I don’t like the placement of the shutter button on the A7 series. It feels really awkward. I have to maneuver my hand in an unnatural way to press it. Images from the A7 have a slightly harsher digital look, I don’t like that. Using the A7 feels more indirect. Like I have less control over the camera. Everything is electronic, even the viewfinder. The large optical viewfinder of the D600 series obviously feels more natural. The grip/ergonomics of the D600 series is way better and so is the battery life. Where are the native FE Sony lenses? There are almost no lenses and the ones they do have cost a fortune. I bought the excellent Nikon 50mm f/1.8G for only 170 euro. The Sony equivalent is much more expensive. Almost a thousand euros for a standard f/1.8 prime, that’s insane!
Are these out-of-camera JPGs? Even though you have turned of NR the manufacturers still sneak in some NR. My A7 certainly applies a tiny amount of NR to the JPG compared to the RAW even when I have turned it off. A lot of the A7 shots above look sharper than the D600 shots. For example, on ISO6400 you can see the hull has more detail and the words “DIAMOND”/”DARK KNIGHT” are a little sharper. So at least some of the difference in lower D600 noise probably is simply down to it performing more NR (even when set to off). If you enable NR in A7 (perhaps the low setting) so that the detail is comparable between the two, then the noise comparison might be fairer. Or better still, use RAW (assuming they don’t sneak in some NR in there as well!).
Thank you much. This was very informative/helpful.
FYI- boo hoo, pity- sorry you have so much gear… as a disabled serious hobbyist I just long to save enough for a decent fast prime lens. The lenses in the D3100 kit I got are f/3.5 and f/4. I’m hoping by May or June to get an f/1.4~1.8…
Thanks This is very helpful.
BTW can you consistently state which column of pictures are for which camera, that would be helpful. I.E left column is the nikon etc.
Also it would be great to compare the new DF to the sony A7
How about “Sony A7 vs Nikon D600 SIZE Performance” instead?!?
“Significantly thinner/smaller/lighter” wins in my book.
“But the Sony A7 would be a nice camera for serious travel photographers who crave small size and small weight.”, indeed.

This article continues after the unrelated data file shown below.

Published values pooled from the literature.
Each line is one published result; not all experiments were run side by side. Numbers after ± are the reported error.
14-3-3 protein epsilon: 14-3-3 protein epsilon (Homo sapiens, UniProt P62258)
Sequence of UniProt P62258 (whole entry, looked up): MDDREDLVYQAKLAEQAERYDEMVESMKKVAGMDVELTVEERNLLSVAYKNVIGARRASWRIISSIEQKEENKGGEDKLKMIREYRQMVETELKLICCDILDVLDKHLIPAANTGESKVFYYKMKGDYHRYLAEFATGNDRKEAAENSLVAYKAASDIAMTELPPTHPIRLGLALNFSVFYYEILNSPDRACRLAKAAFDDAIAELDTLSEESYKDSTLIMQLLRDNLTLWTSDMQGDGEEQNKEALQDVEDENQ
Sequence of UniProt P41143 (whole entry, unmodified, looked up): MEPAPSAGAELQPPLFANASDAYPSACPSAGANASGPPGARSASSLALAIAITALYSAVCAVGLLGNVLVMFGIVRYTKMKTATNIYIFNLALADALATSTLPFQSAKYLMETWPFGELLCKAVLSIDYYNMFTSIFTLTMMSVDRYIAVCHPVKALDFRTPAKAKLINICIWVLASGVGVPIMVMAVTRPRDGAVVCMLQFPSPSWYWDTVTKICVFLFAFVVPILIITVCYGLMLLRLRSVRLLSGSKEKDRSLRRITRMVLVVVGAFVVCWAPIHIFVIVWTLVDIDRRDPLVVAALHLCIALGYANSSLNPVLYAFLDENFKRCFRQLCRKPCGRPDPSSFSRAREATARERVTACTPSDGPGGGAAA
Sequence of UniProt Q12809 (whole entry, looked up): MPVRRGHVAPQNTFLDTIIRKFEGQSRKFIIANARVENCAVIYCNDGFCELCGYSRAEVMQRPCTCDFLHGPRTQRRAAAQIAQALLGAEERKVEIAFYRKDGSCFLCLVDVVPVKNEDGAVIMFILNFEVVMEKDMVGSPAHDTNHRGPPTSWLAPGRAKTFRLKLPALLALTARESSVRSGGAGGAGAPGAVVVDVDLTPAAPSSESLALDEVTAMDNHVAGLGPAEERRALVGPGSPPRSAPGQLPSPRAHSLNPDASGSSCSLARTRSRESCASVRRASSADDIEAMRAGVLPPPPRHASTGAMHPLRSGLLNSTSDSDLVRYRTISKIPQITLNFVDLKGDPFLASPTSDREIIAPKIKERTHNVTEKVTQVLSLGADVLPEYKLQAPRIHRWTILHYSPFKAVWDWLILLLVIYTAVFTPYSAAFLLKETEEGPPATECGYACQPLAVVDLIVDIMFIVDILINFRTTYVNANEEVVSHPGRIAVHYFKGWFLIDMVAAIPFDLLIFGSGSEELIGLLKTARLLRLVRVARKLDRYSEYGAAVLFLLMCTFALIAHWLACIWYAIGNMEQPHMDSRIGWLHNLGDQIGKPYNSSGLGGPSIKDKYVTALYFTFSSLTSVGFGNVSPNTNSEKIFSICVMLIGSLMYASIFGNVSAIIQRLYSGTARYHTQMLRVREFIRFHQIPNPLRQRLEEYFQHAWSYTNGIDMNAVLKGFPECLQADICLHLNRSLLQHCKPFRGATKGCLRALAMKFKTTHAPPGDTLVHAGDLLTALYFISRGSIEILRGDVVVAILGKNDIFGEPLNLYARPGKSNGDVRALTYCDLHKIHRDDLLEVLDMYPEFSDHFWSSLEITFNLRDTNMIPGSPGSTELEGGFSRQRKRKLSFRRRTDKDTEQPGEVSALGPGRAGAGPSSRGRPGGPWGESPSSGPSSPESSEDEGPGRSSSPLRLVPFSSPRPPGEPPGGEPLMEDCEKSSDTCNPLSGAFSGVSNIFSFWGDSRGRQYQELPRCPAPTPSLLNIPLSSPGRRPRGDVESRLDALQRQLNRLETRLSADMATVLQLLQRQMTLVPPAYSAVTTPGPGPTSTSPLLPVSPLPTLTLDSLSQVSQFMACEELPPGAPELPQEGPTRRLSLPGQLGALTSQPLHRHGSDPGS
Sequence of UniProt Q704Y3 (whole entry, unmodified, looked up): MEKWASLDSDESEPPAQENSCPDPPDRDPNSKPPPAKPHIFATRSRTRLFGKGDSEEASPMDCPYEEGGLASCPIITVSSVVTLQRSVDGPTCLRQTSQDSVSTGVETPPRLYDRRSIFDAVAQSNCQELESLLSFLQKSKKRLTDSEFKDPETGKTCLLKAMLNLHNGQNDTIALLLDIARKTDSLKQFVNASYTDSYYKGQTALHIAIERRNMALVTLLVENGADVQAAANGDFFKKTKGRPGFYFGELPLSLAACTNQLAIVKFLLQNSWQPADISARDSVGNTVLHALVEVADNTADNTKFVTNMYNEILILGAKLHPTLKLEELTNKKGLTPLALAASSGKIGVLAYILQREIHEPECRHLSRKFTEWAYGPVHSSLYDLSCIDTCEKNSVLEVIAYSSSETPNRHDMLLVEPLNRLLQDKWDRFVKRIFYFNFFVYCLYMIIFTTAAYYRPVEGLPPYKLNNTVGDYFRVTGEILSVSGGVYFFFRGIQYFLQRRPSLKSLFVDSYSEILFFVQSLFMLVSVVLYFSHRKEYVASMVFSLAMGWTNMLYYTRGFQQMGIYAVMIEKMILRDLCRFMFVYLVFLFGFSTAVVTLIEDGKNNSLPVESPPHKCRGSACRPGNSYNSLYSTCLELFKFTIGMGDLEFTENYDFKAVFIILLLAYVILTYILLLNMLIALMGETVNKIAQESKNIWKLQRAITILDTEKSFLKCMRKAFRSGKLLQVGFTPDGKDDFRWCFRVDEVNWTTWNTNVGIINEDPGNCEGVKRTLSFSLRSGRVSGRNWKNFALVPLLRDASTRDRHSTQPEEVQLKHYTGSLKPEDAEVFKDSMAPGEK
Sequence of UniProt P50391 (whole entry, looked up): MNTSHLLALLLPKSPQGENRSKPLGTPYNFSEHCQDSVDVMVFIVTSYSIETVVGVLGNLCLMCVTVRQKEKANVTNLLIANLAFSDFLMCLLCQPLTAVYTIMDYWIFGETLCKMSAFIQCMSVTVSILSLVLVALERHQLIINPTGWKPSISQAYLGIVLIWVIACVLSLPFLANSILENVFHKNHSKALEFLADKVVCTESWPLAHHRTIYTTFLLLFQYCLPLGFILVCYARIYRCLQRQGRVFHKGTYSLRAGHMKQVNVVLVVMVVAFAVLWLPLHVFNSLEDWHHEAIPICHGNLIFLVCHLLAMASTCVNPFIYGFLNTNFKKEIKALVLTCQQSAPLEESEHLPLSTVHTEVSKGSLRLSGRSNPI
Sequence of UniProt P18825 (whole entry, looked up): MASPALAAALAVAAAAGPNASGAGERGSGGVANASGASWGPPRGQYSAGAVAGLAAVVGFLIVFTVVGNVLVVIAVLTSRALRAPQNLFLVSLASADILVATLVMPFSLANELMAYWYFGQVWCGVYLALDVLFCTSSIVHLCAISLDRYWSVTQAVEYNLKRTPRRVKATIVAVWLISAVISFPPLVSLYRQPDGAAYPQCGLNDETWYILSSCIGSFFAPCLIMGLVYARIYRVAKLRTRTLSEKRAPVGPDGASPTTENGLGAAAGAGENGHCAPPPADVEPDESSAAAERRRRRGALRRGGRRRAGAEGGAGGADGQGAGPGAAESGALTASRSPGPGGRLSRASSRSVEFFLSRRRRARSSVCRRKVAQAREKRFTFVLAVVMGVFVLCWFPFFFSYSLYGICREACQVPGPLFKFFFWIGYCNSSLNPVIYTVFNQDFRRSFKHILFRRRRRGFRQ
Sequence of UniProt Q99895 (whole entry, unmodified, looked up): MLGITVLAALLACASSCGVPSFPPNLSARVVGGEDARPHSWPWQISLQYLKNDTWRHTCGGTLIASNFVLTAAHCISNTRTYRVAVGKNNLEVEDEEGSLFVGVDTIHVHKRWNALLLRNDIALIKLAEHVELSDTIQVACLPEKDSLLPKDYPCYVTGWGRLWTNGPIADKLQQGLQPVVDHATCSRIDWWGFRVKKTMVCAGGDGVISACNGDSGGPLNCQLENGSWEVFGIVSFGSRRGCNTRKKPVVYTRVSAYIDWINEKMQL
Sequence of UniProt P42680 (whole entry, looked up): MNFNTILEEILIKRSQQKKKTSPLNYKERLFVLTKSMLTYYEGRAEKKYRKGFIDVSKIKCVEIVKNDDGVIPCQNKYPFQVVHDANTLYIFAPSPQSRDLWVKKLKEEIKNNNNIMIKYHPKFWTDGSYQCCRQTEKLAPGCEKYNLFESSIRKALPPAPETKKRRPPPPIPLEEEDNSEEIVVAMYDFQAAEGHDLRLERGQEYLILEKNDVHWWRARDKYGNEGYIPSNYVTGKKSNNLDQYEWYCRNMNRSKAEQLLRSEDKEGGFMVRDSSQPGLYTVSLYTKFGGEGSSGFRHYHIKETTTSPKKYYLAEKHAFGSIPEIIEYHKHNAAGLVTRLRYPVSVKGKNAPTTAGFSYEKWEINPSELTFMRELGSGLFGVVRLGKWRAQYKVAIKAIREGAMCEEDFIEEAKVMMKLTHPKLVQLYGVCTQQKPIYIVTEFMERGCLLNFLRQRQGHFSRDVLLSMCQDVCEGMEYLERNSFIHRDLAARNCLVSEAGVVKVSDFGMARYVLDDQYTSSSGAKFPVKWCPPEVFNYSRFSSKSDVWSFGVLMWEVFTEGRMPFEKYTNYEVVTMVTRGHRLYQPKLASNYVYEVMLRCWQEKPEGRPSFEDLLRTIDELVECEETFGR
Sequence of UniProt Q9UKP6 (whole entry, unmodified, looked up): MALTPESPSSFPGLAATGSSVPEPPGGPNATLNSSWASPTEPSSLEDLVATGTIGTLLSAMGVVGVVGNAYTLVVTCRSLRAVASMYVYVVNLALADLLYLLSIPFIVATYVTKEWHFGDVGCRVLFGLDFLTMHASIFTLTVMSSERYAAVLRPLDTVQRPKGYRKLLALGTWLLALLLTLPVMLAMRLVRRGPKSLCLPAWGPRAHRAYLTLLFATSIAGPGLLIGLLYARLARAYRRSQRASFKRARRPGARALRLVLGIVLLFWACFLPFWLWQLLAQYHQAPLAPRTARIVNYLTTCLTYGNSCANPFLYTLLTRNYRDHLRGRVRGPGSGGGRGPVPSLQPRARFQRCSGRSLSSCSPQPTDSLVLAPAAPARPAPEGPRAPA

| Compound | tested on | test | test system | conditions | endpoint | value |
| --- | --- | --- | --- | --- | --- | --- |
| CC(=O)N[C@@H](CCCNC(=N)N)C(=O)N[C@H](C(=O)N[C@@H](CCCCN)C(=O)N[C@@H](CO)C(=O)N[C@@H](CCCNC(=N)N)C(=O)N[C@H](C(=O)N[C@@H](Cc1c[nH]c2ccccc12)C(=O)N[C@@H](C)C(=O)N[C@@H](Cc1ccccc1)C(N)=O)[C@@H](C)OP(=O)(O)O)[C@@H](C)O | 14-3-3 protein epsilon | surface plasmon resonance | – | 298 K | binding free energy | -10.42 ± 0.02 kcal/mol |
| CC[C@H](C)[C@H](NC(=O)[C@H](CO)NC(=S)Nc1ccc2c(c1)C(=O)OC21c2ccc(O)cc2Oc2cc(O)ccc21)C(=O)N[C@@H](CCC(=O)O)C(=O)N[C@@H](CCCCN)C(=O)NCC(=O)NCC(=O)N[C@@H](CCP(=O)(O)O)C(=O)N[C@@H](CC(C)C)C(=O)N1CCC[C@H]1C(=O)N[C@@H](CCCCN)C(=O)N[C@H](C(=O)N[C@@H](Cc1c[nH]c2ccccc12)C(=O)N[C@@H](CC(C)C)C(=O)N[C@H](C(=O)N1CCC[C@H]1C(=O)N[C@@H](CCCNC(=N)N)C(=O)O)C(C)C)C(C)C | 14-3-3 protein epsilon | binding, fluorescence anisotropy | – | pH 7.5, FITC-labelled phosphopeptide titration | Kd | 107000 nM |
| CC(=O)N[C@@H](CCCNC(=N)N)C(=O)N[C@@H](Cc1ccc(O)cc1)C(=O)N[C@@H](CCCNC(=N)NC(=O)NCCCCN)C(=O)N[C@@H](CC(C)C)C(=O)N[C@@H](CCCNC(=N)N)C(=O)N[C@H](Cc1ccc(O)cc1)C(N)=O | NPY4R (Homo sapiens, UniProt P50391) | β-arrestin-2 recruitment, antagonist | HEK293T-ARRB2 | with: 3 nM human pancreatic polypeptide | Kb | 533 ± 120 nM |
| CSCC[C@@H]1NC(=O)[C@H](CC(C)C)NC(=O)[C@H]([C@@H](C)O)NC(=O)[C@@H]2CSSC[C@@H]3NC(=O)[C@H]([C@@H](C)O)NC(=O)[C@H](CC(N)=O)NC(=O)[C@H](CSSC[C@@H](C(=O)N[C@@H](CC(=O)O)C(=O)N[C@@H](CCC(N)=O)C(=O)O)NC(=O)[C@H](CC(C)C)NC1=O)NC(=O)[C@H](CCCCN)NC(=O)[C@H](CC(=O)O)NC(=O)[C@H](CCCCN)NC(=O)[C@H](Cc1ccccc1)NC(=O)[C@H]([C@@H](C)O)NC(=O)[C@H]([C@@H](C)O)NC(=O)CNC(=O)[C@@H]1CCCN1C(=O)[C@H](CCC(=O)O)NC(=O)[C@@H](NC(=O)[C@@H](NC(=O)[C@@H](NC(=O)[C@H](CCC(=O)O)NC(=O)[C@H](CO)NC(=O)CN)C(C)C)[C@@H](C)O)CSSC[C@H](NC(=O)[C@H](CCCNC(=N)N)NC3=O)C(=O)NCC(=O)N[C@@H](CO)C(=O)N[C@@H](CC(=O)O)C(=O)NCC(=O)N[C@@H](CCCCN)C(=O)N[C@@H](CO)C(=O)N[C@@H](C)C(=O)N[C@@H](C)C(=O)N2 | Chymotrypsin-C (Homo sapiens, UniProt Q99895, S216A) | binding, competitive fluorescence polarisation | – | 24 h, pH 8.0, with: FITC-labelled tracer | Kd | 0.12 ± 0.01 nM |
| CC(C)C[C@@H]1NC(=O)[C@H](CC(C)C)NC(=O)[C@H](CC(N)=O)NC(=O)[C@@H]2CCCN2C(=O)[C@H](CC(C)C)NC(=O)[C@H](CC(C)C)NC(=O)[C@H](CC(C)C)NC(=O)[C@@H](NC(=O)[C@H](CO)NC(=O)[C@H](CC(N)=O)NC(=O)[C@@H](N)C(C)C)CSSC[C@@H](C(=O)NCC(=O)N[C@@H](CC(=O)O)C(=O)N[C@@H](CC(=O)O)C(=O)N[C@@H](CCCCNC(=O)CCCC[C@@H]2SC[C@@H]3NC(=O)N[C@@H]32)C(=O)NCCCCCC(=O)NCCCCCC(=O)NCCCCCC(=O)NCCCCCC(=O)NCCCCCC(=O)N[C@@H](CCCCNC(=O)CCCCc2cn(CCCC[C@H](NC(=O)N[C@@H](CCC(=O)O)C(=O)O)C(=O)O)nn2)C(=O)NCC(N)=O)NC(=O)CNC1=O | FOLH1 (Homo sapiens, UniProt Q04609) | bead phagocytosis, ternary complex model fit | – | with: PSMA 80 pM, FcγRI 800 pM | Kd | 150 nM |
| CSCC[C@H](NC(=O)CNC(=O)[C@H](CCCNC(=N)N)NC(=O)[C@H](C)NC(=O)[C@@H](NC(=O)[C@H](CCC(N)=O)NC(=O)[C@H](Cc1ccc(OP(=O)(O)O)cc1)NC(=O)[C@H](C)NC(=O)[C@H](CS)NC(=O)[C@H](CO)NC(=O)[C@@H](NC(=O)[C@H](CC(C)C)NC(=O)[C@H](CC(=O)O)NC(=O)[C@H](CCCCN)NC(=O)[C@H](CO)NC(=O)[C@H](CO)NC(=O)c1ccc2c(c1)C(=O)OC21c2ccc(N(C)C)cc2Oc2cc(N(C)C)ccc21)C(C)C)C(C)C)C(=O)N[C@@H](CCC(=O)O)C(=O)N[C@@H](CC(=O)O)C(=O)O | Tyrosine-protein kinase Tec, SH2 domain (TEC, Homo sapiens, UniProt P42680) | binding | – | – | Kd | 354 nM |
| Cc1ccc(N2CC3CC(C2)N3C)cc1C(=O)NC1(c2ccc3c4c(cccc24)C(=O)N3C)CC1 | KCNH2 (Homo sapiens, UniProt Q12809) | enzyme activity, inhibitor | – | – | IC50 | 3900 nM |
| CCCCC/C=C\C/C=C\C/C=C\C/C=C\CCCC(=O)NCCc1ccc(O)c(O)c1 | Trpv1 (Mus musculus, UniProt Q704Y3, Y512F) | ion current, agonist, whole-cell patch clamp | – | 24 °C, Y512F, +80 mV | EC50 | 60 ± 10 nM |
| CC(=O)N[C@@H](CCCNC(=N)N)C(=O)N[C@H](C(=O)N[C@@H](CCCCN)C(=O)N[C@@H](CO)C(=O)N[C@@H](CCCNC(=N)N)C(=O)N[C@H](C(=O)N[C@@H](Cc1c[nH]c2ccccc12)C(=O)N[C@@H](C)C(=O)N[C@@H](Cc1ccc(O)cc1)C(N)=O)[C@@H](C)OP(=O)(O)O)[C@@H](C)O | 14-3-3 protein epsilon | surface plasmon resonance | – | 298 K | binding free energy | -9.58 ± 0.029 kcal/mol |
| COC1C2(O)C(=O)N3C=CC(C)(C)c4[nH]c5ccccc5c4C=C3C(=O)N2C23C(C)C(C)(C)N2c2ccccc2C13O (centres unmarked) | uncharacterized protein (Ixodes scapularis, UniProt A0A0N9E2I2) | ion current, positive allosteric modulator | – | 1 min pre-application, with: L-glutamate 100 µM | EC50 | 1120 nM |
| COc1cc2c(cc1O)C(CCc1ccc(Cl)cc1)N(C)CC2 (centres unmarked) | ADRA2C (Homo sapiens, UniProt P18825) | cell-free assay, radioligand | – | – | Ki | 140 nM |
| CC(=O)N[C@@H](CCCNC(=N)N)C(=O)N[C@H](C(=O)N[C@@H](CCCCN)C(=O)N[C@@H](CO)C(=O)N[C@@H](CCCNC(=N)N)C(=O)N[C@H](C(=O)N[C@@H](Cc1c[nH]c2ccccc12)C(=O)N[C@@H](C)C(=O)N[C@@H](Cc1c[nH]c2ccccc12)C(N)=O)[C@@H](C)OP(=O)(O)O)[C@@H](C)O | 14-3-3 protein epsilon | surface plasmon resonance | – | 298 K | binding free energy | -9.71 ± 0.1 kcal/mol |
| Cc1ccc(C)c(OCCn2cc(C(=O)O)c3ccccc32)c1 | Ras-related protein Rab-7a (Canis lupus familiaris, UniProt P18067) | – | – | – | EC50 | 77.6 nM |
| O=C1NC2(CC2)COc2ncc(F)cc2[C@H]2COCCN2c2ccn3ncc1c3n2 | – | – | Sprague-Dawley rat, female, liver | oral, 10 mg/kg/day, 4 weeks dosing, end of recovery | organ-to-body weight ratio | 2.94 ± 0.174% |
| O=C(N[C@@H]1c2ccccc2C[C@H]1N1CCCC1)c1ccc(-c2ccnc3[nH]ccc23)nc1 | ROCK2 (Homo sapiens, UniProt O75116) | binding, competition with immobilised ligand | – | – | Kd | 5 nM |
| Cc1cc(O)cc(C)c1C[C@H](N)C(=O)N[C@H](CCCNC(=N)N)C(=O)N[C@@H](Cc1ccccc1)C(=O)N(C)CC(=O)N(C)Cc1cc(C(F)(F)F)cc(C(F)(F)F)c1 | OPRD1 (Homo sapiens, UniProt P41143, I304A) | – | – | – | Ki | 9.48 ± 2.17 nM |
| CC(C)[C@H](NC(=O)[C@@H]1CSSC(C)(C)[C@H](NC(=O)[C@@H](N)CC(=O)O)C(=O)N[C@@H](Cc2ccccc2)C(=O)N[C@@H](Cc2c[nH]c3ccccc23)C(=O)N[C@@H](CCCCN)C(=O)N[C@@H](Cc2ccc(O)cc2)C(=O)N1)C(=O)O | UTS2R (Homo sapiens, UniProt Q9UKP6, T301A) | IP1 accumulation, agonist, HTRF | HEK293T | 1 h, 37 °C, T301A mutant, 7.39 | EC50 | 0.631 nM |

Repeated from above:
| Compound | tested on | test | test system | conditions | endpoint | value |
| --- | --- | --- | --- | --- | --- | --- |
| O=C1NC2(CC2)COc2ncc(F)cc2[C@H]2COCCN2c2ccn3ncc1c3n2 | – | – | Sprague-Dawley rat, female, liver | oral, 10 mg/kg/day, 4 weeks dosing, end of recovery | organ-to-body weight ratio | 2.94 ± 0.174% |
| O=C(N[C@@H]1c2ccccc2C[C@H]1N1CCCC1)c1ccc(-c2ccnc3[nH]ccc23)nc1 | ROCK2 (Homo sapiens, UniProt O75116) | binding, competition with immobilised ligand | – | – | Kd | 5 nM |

At the moment D600/D610 is the second smallest Nikon full frame camera. While bigger than A7 it is also a much higher specified camera with more controls on the body and a top LCD. It’s an apples and grapefruit comparision.
Ignoring the size of the sensor a D5300 would be a better comparision as it offers a similar control layout but with a larger LCD and built-in flash. It’s of course still a kind of apples and oranges comparision as one is mirrorless and the other a DSLR. But except for thickness of the body, governed mostly by the grip, flash and mirror difference in size and weight is very small: camerasize.com/compare/#490,487
Now imagine Nikon make a D5300 with a full frame sensor, which is possible to do, and attach a normal 50/55mm f/1.8 to the cameras: camerasize.com/compa…7.395,ha,t
Oops, the thickness of the combinations are almost the same! The A7 with lens is even 89g more heavy!
Adding a larger sensor to the Nikon camera would of course add some weight, so overall it’s a draw.
So when will we see this D5300 with a full-frame sensor? :)
It seems with respect to High-ISO and DR, Sony mirrorless has still some way to go before they reach Nikon DSLR performance. By that time Nikon will move too. But the Sony A7 would be nice camera for serious travel photographers who crave for small size and small weight.
Though ultimately mirrorless is the future.
Great comparison article. Thanks for sharing.
Maybe sony is using modified low pass filter, that not filtering much :) just to increase sharpening of the pictures. And they look sharper that nikons. But it might be a lens as well.